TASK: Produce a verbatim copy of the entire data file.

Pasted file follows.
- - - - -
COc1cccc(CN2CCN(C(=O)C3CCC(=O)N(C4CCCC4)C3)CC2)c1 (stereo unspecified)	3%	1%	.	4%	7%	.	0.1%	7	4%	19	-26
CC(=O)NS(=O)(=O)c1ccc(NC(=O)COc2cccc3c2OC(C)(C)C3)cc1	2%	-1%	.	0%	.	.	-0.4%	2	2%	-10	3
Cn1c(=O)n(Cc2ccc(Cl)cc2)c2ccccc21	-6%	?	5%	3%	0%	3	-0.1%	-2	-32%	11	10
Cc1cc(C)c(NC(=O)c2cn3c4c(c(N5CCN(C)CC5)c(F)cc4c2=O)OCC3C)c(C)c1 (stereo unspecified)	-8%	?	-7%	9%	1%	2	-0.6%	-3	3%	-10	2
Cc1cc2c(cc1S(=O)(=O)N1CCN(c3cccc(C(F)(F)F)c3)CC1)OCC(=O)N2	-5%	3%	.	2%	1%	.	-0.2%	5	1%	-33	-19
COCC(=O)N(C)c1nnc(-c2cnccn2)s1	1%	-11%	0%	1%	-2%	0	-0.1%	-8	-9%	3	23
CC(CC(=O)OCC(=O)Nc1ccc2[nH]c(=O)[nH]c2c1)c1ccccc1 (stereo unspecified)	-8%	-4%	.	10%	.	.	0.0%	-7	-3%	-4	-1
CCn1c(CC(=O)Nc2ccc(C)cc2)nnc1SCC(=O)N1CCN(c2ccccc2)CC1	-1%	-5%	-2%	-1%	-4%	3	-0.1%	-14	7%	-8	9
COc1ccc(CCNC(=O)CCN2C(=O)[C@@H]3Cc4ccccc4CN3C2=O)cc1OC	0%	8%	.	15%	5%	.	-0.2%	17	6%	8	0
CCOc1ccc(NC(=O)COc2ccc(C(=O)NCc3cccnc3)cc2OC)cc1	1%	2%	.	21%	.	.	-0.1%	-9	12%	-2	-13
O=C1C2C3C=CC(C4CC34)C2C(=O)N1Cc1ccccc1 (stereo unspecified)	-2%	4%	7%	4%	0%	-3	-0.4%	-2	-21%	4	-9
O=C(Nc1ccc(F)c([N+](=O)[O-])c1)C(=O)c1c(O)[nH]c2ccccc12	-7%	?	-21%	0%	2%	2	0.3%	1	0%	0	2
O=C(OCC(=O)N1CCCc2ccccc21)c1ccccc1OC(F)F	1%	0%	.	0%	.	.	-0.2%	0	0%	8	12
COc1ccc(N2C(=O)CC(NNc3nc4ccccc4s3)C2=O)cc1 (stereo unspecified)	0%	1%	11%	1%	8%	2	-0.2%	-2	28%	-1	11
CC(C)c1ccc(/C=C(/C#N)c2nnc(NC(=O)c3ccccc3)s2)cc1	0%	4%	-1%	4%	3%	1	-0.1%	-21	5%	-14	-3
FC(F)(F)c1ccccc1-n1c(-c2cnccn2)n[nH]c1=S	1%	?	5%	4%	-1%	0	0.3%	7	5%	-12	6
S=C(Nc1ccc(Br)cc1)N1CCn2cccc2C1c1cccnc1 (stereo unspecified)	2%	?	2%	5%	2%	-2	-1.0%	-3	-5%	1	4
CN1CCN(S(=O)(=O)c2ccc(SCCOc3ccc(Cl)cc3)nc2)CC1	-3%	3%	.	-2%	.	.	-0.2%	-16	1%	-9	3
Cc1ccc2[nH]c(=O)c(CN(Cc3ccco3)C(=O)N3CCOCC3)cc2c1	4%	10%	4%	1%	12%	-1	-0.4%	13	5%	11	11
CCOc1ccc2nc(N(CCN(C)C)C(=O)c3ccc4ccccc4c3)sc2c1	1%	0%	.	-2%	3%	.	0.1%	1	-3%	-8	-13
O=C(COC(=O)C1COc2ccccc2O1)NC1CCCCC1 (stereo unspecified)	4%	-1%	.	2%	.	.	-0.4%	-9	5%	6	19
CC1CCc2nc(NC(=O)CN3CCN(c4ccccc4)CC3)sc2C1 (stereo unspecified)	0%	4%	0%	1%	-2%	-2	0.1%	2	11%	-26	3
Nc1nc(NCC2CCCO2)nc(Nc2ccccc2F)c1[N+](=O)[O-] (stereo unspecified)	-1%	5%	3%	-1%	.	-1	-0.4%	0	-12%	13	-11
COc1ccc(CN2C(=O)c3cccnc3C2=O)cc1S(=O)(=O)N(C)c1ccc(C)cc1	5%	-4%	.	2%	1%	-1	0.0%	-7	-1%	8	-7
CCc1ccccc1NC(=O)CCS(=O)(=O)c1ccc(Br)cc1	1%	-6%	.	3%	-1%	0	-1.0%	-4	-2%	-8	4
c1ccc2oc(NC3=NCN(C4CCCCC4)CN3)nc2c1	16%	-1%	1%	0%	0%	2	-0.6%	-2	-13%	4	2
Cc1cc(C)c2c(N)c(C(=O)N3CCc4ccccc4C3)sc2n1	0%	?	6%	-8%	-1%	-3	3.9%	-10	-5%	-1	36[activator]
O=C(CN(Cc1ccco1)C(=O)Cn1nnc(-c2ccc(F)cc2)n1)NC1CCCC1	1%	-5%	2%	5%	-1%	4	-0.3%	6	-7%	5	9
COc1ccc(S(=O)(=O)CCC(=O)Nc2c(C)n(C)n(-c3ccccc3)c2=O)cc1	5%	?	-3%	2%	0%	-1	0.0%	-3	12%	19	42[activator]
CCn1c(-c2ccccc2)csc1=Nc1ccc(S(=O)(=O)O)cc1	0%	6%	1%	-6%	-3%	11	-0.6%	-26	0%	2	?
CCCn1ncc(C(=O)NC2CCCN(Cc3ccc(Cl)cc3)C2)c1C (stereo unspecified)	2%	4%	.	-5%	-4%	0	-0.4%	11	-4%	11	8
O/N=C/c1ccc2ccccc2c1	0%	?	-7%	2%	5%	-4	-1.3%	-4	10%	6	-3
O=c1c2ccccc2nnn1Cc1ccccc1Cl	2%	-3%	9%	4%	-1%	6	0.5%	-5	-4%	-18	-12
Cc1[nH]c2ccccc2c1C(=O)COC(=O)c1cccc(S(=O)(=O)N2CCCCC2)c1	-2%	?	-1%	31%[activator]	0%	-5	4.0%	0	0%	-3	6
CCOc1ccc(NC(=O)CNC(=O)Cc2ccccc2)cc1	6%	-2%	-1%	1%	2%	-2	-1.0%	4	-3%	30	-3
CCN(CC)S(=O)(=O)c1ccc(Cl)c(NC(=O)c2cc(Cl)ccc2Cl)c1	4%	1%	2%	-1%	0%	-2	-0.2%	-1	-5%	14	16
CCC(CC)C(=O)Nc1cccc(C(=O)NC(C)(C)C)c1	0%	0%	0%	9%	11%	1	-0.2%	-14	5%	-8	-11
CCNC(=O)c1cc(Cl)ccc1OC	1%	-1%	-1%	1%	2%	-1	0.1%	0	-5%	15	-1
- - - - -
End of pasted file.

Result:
COc1cccc(CN2CCN(C(=O)C3CCC(=O)N(C4CCCC4)C3)CC2)c1 (stereo unspecified)	3%	1%	.	4%	7%	.	0.1%	7	4%	19	-26
CC(=O)NS(=O)(=O)c1ccc(NC(=O)COc2cccc3c2OC(C)(C)C3)cc1	2%	-1%	.	0%	.	.	-0.4%	2	2%	-10	3
Cn1c(=O)n(Cc2ccc(Cl)cc2)c2ccccc21	-6%	?	5%	3%	0%	3	-0.1%	-2	-32%	11	10
Cc1cc(C)c(NC(=O)c2cn3c4c(c(N5CCN(C)CC5)c(F)cc4c2=O)OCC3C)c(C)c1 (stereo unspecified)	-8%	?	-7%	9%	1%	2	-0.6%	-3	3%	-10	2
Cc1cc2c(cc1S(=O)(=O)N1CCN(c3cccc(C(F)(F)F)c3)CC1)OCC(=O)N2	-5%	3%	.	2%	1%	.	-0.2%	5	1%	-33	-19
COCC(=O)N(C)c1nnc(-c2cnccn2)s1	1%	-11%	0%	1%	-2%	0	-0.1%	-8	-9%	3	23
CC(CC(=O)OCC(=O)Nc1ccc2[nH]c(=O)[nH]c2c1)c1ccccc1 (stereo unspecified)	-8%	-4%	.	10%	.	.	0.0%	-7	-3%	-4	-1
CCn1c(CC(=O)Nc2ccc(C)cc2)nnc1SCC(=O)N1CCN(c2ccccc2)CC1	-1%	-5%	-2%	-1%	-4%	3	-0.1%	-14	7%	-8	9
COc1ccc(CCNC(=O)CCN2C(=O)[C@@H]3Cc4ccccc4CN3C2=O)cc1OC	0%	8%	.	15%	5%	.	-0.2%	17	6%	8	0
CCOc1ccc(NC(=O)COc2ccc(C(=O)NCc3cccnc3)cc2OC)cc1	1%	2%	.	21%	.	.	-0.1%	-9	12%	-2	-13
O=C1C2C3C=CC(C4CC34)C2C(=O)N1Cc1ccccc1 (stereo unspecified)	-2%	4%	7%	4%	0%	-3	-0.4%	-2	-21%	4	-9
O=C(Nc1ccc(F)c([N+](=O)[O-])c1)C(=O)c1c(O)[nH]c2ccccc12	-7%	?	-21%	0%	2%	2	0.3%	1	0%	0	2
O=C(OCC(=O)N1CCCc2ccccc21)c1ccccc1OC(F)F	1%	0%	.	0%	.	.	-0.2%	0	0%	8	12
COc1ccc(N2C(=O)CC(NNc3nc4ccccc4s3)C2=O)cc1 (stereo unspecified)	0%	1%	11%	1%	8%	2	-0.2%	-2	28%	-1	11
CC(C)c1ccc(/C=C(/C#N)c2nnc(NC(=O)c3ccccc3)s2)cc1	0%	4%	-1%	4%	3%	1	-0.1%	-21	5%	-14	-3
FC(F)(F)c1ccccc1-n1c(-c2cnccn2)n[nH]c1=S	1%	?	5%	4%	-1%	0	0.3%	7	5%	-12	6
S=C(Nc1ccc(Br)cc1)N1CCn2cccc2C1c1cccnc1 (stereo unspecified)	2%	?	2%	5%	2%	-2	-1.0%	-3	-5%	1	4
CN1CCN(S(=O)(=O)c2ccc(SCCOc3ccc(Cl)cc3)nc2)CC1	-3%	3%	.	-2%	.	.	-0.2%	-16	1%	-9	3
Cc1ccc2[nH]c(=O)c(CN(Cc3ccco3)C(=O)N3CCOCC3)cc2c1	4%	10%	4%	1%	12%	-1	-0.4%	13	5%	11	11
CCOc1ccc2nc(N(CCN(C)C)C(=O)c3ccc4ccccc4c3)sc2c1	1%	0%	.	-2%	3%	.	0.1%	1	-3%	-8	-13
O=C(COC(=O)C1COc2ccccc2O1)NC1CCCCC1 (stereo unspecified)	4%	-1%	.	2%	.	.	-0.4%	-9	5%	6	19
CC1CCc2nc(NC(=O)CN3CCN(c4ccccc4)CC3)sc2C1 (stereo unspecified)	0%	4%	0%	1%	-2%	-2	0.1%	2	11%	-26	3
Nc1nc(NCC2CCCO2)nc(Nc2ccccc2F)c1[N+](=O)[O-] (stereo unspecified)	-1%	5%	3%	-1%	.	-1	-0.4%	0	-12%	13	-11
COc1ccc(CN2C(=O)c3cccnc3C2=O)cc1S(=O)(=O)N(C)c1ccc(C)cc1	5%	-4%	.	2%	1%	-1	0.0%	-7	-1%	8	-7
CCc1ccccc1NC(=O)CCS(=O)(=O)c1ccc(Br)cc1	1%	-6%	.	3%	-1%	0	-1.0%	-4	-2%	-8	4
c1ccc2oc(NC3=NCN(C4CCCCC4)CN3)nc2c1	16%	-1%	1%	0%	0%	2	-0.6%	-2	-13%	4	2
Cc1cc(C)c2c(N)c(C(=O)N3CCc4ccccc4C3)sc2n1	0%	?	6%	-8%	-1%	-3	3.9%	-10	-5%	-1	36[activator]
O=C(CN(Cc1ccco1)C(=O)Cn1nnc(-c2ccc(F)cc2)n1)NC1CCCC1	1%	-5%	2%	5%	-1%	4	-0.3%	6	-7%	5	9
COc1ccc(S(=O)(=O)CCC(=O)Nc2c(C)n(C)n(-c3ccccc3)c2=O)cc1	5%	?	-3%	2%	0%	-1	0.0%	-3	12%	19	42[activator]
CCn1c(-c2ccccc2)csc1=Nc1ccc(S(=O)(=O)O)cc1	0%	6%	1%	-6%	-3%	11	-0.6%	-26	0%	2	?
CCCn1ncc(C(=O)NC2CCCN(Cc3ccc(Cl)cc3)C2)c1C (stereo unspecified)	2%	4%	.	-5%	-4%	0	-0.4%	11	-4%	11	8
O/N=C/c1ccc2ccccc2c1	0%	?	-7%	2%	5%	-4	-1.3%	-4	10%	6	-3
O=c1c2ccccc2nnn1Cc1ccccc1Cl	2%	-3%	9%	4%	-1%	6	0.5%	-5	-4%	-18	-12
Cc1[nH]c2ccccc2c1C(=O)COC(=O)c1cccc(S(=O)(=O)N2CCCCC2)c1	-2%	?	-1%	31%[activator]	0%	-5	4.0%	0	0%	-3	6
CCOc1ccc(NC(=O)CNC(=O)Cc2ccccc2)cc1	6%	-2%	-1%	1%	2%	-2	-1.0%	4	-3%	30	-3
CCN(CC)S(=O)(=O)c1ccc(Cl)c(NC(=O)c2cc(Cl)ccc2Cl)c1	4%	1%	2%	-1%	0%	-2	-0.2%	-1	-5%	14	16
CCC(CC)C(=O)Nc1cccc(C(=O)NC(C)(C)C)c1	0%	0%	0%	9%	11%	1	-0.2%	-14	5%	-8	-11
CCNC(=O)c1cc(Cl)ccc1OC	1%	-1%	-1%	1%	2%	-1	0.1%	0	-5%	15	-1